A: The male gaze and its representations of the female form have claimed a place in the history of art. I suppose it is a philosophical debate whether it can be bypassed when making overtly feminine or sensual paintings and debatable whether a painting that explores female sensuality and the body can fully emancipate itself from that element of our cultural lineage.
What differentiates my work from this point of view is that my paintings highlight the feminine as a life force, which includes themes of eroticism and sensuality among others.
The paintings reference the female body and the sensation of female bodily action and emotion. Abstraction is a wonderful tool to strip away subjectification while hopefully creating space for a more nuanced female presence. I prefer to think of the work as representing the intrinsically feminine rather than objectifying the female body.
I challenge myself to reinterpret the notions discussed above on the canvas. With paint as a tool of expression, I am continually looking for angles to push the work forward. For me, it is impossible to separate the cultural and philosophical questions from the painting process.
Q: One of the most striking things about your work is how atmospheric and experiential it is. How do you create this effect visually and what are your intentions here? Is this related to how you want viewers to feel when looking at your work or is it something that helps you communicate your work’s message?
A: Thank you. I think both—to answer your question. Creating a sensory experience with paint is paramount. As I layer colour, I transform the pigment and viscosity, alluding to various emotions or actions. These nuances also play with sense of time and place.
My hope is to transport the viewer to an internal landscape within the female body and psyche. The physiological effects on the mind and body of viewing various colours are proven. It brings identity to my paintings, allowing them to be a sensory experience that transports the viewer rather than a flatter view of a composition—dreamscapes of sort.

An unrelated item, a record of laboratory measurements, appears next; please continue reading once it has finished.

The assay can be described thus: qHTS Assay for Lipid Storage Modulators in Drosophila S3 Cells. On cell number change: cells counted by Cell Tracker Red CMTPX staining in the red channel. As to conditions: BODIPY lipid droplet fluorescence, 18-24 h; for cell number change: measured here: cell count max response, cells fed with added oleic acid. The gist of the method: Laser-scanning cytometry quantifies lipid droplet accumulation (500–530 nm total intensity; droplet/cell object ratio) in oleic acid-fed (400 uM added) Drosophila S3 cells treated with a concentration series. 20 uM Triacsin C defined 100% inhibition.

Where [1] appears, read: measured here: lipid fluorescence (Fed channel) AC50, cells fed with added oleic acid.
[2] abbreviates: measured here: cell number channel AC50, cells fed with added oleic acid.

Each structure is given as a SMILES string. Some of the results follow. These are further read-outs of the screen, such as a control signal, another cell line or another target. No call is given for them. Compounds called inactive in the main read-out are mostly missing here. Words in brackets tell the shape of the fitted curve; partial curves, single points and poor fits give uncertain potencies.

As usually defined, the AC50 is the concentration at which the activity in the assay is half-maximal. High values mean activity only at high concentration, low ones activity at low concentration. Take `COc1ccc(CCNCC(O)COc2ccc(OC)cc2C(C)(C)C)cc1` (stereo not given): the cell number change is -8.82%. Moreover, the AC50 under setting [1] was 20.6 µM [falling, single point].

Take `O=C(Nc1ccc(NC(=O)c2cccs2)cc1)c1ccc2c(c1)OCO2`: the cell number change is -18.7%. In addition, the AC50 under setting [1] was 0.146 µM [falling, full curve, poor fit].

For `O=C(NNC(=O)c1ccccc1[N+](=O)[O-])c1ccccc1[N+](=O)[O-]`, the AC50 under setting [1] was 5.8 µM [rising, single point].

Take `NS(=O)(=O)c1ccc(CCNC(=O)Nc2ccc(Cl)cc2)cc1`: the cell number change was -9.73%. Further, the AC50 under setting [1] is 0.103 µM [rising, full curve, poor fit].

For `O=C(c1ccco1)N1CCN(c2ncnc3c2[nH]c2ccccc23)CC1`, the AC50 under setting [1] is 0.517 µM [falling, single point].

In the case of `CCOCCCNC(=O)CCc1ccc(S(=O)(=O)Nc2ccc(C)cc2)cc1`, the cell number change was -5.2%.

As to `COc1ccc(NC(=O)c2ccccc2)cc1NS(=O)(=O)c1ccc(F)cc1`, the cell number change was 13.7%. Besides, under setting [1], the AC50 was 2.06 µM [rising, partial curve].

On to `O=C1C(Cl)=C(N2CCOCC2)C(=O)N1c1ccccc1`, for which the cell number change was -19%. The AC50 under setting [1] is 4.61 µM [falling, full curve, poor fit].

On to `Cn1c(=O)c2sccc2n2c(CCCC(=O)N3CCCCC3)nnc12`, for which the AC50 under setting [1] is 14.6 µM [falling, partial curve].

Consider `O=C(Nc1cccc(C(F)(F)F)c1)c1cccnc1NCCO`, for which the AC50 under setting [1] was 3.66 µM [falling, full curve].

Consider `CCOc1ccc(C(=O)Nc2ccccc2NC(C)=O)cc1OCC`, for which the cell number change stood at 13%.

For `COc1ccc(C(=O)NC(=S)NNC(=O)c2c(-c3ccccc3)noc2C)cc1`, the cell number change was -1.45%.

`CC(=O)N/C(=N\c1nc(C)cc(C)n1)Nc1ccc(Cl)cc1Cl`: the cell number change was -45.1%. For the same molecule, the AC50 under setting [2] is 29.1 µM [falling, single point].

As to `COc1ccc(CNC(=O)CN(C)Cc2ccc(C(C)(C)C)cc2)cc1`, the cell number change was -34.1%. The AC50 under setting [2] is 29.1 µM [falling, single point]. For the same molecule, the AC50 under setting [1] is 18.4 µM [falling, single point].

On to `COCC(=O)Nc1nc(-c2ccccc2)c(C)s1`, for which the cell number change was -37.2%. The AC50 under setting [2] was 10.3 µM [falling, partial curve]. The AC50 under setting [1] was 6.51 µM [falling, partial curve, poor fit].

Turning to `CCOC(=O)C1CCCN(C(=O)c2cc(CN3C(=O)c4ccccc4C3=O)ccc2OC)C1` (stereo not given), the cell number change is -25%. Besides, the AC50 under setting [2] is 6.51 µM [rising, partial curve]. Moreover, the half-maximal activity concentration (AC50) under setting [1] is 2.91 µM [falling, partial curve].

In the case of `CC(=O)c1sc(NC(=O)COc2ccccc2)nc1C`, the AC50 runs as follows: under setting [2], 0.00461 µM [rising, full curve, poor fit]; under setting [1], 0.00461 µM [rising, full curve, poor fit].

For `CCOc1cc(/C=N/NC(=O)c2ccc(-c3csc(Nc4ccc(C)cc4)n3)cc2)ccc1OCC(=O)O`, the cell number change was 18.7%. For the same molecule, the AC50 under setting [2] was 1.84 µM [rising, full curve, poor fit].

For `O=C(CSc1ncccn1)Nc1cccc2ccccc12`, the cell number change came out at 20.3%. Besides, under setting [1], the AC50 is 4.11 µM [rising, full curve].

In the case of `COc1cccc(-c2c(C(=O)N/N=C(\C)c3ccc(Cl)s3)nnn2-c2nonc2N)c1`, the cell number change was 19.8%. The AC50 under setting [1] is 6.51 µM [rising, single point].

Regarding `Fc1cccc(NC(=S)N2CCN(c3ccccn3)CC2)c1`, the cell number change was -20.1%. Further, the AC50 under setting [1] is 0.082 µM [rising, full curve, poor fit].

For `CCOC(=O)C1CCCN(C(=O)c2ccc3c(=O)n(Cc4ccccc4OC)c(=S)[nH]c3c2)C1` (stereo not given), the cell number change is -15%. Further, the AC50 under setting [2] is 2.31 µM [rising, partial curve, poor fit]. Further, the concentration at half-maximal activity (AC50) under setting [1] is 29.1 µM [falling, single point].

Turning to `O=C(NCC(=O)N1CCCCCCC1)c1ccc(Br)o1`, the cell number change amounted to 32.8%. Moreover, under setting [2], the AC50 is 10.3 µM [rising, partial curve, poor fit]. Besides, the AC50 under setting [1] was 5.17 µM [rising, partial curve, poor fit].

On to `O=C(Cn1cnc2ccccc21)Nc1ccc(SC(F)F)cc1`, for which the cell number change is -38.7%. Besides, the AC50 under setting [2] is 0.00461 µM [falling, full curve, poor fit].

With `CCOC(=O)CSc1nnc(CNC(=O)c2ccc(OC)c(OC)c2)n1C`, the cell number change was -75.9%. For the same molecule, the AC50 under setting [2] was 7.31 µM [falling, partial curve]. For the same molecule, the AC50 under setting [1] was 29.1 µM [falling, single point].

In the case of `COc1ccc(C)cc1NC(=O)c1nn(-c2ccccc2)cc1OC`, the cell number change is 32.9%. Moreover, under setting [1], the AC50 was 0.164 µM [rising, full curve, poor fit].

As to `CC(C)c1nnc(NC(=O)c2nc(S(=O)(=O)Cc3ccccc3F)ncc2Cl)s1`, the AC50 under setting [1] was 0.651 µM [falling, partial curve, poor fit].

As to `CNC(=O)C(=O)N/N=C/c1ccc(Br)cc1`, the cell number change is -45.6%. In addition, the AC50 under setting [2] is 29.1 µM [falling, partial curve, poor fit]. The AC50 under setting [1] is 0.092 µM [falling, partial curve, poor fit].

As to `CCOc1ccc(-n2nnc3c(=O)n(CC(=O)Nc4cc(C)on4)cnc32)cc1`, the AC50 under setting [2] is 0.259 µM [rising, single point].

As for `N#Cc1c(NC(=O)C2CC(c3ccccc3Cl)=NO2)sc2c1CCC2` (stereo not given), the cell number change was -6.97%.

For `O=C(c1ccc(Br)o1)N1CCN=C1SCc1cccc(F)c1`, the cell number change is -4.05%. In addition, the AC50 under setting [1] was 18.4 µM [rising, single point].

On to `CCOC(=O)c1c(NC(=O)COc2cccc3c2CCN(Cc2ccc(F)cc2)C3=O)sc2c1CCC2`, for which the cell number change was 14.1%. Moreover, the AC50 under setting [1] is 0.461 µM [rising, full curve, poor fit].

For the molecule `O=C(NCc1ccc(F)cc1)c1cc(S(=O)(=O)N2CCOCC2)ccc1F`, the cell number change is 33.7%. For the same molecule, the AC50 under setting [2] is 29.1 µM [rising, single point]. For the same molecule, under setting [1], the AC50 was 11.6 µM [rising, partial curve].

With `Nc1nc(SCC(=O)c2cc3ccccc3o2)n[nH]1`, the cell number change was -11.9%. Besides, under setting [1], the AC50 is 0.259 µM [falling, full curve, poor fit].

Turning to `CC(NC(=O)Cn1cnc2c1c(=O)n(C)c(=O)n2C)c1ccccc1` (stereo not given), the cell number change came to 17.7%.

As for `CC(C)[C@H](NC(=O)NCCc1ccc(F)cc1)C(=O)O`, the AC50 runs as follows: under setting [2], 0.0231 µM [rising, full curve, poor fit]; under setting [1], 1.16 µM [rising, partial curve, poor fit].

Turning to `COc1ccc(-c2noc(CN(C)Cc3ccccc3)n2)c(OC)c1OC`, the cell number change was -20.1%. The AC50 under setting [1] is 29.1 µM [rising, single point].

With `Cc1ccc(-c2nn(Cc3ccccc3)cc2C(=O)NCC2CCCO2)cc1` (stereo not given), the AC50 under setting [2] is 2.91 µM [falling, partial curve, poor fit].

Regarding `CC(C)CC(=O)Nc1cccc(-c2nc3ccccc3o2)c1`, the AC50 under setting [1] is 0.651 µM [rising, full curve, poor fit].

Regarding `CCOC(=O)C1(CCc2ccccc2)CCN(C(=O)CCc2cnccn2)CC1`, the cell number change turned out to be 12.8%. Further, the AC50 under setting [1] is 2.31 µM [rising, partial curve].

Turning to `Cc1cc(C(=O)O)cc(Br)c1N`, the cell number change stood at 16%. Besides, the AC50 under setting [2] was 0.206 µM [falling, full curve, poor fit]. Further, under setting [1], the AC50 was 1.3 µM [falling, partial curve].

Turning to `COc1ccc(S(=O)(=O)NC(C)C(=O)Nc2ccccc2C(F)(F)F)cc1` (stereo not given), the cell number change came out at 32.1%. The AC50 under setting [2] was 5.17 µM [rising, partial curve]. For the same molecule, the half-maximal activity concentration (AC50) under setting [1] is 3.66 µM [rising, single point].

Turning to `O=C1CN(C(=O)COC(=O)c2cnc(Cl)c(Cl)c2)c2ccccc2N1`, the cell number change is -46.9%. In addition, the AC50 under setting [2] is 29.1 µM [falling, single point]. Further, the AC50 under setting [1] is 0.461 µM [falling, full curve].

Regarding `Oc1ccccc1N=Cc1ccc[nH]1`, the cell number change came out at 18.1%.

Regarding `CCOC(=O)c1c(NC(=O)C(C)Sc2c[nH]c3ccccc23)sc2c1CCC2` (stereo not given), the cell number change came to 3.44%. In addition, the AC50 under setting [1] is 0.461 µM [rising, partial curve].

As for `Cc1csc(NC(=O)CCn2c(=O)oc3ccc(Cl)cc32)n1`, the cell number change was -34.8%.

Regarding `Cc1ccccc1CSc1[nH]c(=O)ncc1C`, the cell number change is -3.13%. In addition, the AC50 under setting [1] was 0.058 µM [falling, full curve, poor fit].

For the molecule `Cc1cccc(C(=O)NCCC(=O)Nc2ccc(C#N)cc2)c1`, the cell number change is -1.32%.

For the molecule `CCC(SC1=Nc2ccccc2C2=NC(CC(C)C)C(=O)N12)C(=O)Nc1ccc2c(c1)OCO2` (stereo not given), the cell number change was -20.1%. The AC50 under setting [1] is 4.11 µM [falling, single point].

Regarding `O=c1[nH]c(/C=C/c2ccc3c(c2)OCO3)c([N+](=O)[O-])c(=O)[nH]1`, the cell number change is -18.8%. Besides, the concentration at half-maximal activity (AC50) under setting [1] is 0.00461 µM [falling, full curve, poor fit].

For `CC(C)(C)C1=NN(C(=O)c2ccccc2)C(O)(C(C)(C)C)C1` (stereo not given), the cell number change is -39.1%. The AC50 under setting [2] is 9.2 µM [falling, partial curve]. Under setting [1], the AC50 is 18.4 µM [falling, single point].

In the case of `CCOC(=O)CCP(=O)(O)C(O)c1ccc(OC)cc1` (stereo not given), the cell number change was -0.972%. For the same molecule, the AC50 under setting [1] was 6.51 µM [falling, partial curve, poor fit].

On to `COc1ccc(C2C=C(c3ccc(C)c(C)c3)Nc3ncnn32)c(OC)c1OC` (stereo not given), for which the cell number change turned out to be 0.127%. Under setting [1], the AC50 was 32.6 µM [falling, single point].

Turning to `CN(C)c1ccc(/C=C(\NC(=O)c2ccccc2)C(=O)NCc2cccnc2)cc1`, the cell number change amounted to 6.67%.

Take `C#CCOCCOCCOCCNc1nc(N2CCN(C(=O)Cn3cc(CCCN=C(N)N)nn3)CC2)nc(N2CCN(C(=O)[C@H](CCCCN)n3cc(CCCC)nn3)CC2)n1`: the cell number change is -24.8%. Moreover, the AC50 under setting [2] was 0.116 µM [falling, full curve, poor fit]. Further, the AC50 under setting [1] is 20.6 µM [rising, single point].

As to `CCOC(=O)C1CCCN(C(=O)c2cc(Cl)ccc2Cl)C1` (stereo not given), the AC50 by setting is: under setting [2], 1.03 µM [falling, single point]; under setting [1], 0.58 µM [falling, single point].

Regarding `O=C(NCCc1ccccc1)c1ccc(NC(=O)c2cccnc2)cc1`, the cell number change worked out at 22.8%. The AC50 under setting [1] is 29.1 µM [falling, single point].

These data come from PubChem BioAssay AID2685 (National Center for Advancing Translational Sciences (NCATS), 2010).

Q: Your most recent exhibition at Massey Klein featured a collection titled, splendor. What is different or unique about the work you’ve made most recently? Is there anything significant about the direction your work is heading in right now?
A: For splendor, the lens of three of the works shifted to tondos. The process of working on tondo canvases challenged my perspective as a painter by eliminating the edges of the canvas or the frame. This allowed me to immerse myself in the abstracted figure fully.
The tondos in the show serve as portals—or possibly magnifying lenses—delving deeper into the female form and anatomy. The absence of the edges and softness of the rounder shapes emphasises the work’s atmospheric qualities and eliminates barriers to thought. This perspective has opened new pathways of thought to creating my paintings.
I focused greatly on the relationship between the paintings on view, the experience of walking through the show, and the order in which the paintings would be seen. I wanted to create a highly immersive environment, allowing a visitor to the gallery to be completely absorbed in the work’s colour and emotion.
Q: What are hoping for in terms of new projects or the development of your practice in the coming new year?
A: I touch on the intimacy between male and female complementary energies in my current work. However, I have been thinking a bit about exploring the tension between woman and man—the dichotomy of the sexes, as it relates back to the woman. We’ll see where that leads.
I am spending time exploring materiality that enhances the immersive nature of my paintings. I have a few ideas that I am playing around with in the studio.